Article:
J. R. Malloy quotes Michael Shermer's attack on mediums.
While no subscriber to this list would *defend* spiritual mediums,
is there anyone who thinks that they shouldn't be chastised,
debunked, exposed, criticized, and yes, even verbally attacked
as liars and charlatans?
> Deconstructing the Dead
> "Crossing over" to expose the tricks of
> popular spirit mediums
> By Michael Shermer
> Like all other animals, we humans evolved to connect the dots between events
> so as to discern patterns meaningful for our survival. Like no other animals,
> we tell stories about the patterns we find. Sometimes the patterns are real;
> sometimes they are illusions.
> A well-known illusion of a meaningful pattern is the alleged ability of
> mediums to talk to the dead. The hottest medium today is former ballroom-dance
> instructor John Edward, star of the cable television series Crossing Over and
> author of the New York Times best-selling book One Last Time. His show is so
> popular that he is about to be syndicated nationally on many broadcast
> How does Edward appear to talk to the dead? What he does seems
> indistinguishable from tricks practiced by magicians. He starts by selecting a
> section of the studio audience, saying something like "I'm getting a George
> over here. George could be someone who passed over, he could be someone here,
> he could be someone you know," and so on. Of course, such generalizations lead
> to a "hit." Once he has targeted his subject, the "reading" begins, seemingly
> using three techniques:
> 1. Cold reading, in which he reads someone without initially knowing anything
> about them. He throws out lots of questions and statements and sees what
> sticks. "I'm getting a 'P' name. Who is this, please?" "He's showing me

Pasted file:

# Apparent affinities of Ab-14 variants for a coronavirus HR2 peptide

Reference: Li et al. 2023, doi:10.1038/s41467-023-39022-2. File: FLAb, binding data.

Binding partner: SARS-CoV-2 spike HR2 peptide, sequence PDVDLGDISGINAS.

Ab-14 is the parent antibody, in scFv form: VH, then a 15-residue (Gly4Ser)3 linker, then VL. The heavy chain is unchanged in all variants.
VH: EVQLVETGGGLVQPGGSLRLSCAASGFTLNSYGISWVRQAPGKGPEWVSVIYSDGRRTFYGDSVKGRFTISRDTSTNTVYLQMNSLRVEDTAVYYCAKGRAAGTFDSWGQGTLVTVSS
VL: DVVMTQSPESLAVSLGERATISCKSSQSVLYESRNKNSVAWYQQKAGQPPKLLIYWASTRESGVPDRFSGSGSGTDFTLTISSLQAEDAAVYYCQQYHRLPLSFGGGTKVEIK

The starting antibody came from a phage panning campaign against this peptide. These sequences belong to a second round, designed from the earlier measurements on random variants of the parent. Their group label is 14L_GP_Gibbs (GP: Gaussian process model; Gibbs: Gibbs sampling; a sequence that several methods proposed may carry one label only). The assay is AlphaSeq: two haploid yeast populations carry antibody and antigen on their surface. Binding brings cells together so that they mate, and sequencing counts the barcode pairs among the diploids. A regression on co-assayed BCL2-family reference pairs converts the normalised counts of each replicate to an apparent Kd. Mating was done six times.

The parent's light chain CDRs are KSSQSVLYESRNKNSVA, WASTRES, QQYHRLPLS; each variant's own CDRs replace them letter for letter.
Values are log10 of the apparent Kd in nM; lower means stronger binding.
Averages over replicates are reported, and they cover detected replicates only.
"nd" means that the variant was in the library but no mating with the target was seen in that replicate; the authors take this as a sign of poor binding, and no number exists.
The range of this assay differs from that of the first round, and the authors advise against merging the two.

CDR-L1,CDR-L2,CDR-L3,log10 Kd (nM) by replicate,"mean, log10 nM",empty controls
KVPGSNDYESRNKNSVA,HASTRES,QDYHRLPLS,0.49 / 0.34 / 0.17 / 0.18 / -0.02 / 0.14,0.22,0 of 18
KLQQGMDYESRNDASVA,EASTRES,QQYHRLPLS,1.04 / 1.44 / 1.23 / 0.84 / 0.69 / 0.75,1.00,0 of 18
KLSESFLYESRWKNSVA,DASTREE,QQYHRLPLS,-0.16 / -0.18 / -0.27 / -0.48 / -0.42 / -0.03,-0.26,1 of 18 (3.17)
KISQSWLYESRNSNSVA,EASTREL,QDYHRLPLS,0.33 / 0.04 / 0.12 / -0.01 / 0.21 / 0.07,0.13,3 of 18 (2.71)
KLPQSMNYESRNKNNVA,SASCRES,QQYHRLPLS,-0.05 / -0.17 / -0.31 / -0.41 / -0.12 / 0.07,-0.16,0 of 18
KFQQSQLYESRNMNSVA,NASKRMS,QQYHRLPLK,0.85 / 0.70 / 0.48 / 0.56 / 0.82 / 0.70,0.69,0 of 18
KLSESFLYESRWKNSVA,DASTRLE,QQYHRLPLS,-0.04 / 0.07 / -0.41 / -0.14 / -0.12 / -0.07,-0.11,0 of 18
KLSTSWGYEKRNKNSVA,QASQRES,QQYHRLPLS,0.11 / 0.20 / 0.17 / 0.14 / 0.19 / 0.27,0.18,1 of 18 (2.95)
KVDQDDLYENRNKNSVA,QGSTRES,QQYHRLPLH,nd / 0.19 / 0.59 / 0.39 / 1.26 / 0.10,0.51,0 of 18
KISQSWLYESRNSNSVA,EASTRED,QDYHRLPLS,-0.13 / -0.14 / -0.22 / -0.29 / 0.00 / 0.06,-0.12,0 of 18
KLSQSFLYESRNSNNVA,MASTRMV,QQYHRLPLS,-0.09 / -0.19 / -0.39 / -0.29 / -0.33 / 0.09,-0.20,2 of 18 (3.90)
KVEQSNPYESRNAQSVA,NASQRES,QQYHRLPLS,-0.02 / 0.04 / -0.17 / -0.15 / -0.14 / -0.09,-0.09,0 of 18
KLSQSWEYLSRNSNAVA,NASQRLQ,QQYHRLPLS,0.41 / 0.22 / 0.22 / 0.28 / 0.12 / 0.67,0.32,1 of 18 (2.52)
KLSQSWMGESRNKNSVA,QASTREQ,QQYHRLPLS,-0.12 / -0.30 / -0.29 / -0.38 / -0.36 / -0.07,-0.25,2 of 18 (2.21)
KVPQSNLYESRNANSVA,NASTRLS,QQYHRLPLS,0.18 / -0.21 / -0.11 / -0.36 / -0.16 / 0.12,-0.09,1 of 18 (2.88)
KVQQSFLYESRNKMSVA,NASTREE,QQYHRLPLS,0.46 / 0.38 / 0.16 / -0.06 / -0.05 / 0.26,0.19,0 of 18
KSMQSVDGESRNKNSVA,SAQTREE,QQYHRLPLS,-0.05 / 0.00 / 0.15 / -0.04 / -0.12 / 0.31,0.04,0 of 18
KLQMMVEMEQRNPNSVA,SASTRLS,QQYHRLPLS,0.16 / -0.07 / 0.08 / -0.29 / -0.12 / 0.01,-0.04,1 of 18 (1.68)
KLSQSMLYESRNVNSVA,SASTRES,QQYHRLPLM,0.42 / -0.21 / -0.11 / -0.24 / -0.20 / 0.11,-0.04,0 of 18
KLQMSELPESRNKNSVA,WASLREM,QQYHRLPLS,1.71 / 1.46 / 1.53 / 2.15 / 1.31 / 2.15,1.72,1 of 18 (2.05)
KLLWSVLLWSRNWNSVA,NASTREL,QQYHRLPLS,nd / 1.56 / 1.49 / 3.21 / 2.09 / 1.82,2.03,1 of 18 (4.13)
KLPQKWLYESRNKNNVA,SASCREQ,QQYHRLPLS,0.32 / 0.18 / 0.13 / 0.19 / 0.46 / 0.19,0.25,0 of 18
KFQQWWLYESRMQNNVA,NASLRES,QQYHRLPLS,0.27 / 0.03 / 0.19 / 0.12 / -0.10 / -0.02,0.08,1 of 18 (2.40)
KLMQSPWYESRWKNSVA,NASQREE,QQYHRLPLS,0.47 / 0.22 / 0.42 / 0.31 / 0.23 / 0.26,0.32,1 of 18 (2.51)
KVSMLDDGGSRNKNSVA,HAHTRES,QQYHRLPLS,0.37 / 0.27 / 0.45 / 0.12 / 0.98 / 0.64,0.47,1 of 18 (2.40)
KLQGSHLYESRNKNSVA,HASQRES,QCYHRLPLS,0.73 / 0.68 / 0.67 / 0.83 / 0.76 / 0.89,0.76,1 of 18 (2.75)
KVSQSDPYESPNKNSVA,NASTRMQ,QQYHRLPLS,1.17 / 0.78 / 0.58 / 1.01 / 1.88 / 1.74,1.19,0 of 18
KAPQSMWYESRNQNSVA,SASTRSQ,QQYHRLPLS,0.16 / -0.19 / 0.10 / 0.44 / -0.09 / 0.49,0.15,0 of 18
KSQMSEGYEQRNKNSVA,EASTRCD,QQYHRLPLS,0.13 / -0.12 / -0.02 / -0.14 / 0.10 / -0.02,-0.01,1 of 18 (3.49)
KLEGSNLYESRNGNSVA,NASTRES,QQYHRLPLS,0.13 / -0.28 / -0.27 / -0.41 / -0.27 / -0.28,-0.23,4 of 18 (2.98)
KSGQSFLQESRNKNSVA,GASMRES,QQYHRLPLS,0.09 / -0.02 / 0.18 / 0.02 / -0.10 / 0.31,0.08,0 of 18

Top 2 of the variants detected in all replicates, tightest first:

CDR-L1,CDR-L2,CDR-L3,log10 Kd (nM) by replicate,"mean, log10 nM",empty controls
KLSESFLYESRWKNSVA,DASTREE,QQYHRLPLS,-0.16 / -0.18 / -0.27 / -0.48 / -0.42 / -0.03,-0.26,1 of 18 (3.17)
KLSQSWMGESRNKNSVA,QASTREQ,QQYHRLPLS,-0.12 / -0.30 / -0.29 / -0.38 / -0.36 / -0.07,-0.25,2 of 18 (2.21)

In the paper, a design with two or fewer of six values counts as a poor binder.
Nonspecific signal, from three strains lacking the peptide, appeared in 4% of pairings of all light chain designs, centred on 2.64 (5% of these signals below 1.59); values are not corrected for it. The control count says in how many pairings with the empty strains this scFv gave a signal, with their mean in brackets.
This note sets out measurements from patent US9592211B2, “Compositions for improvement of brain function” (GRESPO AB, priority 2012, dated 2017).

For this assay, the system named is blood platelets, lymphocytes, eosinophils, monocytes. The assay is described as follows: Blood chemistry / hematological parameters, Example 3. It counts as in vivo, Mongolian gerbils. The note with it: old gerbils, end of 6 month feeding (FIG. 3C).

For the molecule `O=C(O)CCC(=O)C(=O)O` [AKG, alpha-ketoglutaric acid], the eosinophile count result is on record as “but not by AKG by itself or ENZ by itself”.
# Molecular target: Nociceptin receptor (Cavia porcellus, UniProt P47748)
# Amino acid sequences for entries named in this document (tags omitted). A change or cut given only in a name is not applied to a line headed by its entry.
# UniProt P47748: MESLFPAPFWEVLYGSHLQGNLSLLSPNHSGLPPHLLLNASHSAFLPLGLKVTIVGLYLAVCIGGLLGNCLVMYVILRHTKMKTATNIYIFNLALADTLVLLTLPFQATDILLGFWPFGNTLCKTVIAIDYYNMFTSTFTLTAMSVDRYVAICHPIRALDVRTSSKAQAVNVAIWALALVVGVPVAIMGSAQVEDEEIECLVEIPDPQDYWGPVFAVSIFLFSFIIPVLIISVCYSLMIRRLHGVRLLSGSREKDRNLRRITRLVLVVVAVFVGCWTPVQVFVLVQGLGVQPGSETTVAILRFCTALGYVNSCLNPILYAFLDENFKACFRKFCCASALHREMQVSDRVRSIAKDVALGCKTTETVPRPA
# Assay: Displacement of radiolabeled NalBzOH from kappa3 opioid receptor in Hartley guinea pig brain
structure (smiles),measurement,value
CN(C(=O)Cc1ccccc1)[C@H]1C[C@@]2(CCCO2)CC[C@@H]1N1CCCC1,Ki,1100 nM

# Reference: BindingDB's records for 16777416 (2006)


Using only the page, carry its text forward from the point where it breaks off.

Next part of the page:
> something red. What is this, please?" And so on. Most statements are wrong. If
> subjects have time, they visibly shake their heads "no." But Edward is so fast
> they usually have time to acknowledge only the hits. And as behaviorist B. F.
> Skinner showed in his experiments on superstitious behavior, subjects need
> only occasional reinforcement or reward to be convinced. In an expose I did
> for WABC-TV in New York City, I counted about one statement a second in the
> opening minute of Edward's show, as he riffled through names, dates, colors,
> diseases, conditions, situations, relatives and the like. He goes from one to
> the next so quickly you have to stop the tape and go back to catch them all.
> 2. Warm reading, which exploits nearly universal principles of psychology.
> Many grieving people wear a piece of jewelry that has a connection to a loved
> one. Mediums know this and will say something like "Do you have a ring or a
> piece of jewelry on you, please?" Edward is also facile at determining the
> cause of death by focusing on either the chest or the head area and then
> working rapid-fire through the half a dozen major causes of death. "He's
> telling me there was a pain in the chest." If he gets a positive nod, he
> continues. "Did he have cancer, please? Because I'm seeing a slow death here."
> If the subject hesitates, Edward will immediately shift to heart attack.
> 3. Hot reading, in which the medium obtains information ahead of time. One man
> who got a reading on Edward's show reports that "once in the studio, we had to
> wait around for almost two hours before the show began. Throughout that time
> everybody was talking about what dead relative of theirs might pop up.
> Remember that all this occurred under microphones and with cameras already set
> Whether or not Edward gathers information in this way, mediums generally
> needn't. They are successful because they are dealing with the tragedy and
> finality of death. Sooner or later we all will confront this inevitability,
> and when we do, we may be at our most vulnerable.
> This is why mediums are unethical and dangerous: they prey on the emotions of
> the grieving. As grief counselors know, death is best faced head-on as a part
> of life. Pretending that the dead are gathering in a television studio in New
> York to talk twaddle with a former ballroom-dance instructor is an insult to
> the intelligence and humanity of the living.
> Michael Shermer is the founding publisher of Skeptic magazine and the author
> of How We Believe and The Borderlands of Science.
> Stay hungry,
> --J. R.
> Useless hypotheses, etc.:
> consciousness, phlogiston, philosophy, vitalism, mind, free will, qualia,
> analog computing, cultural relativism, GAC, CYC, and ELIZA
> We won't move into a better future until we debunk religiosity, the most
> regressive force now operating in society.
This archive was generated by hypermail 2b30 : Fri Oct 12 2001 - 14:39:43 MDT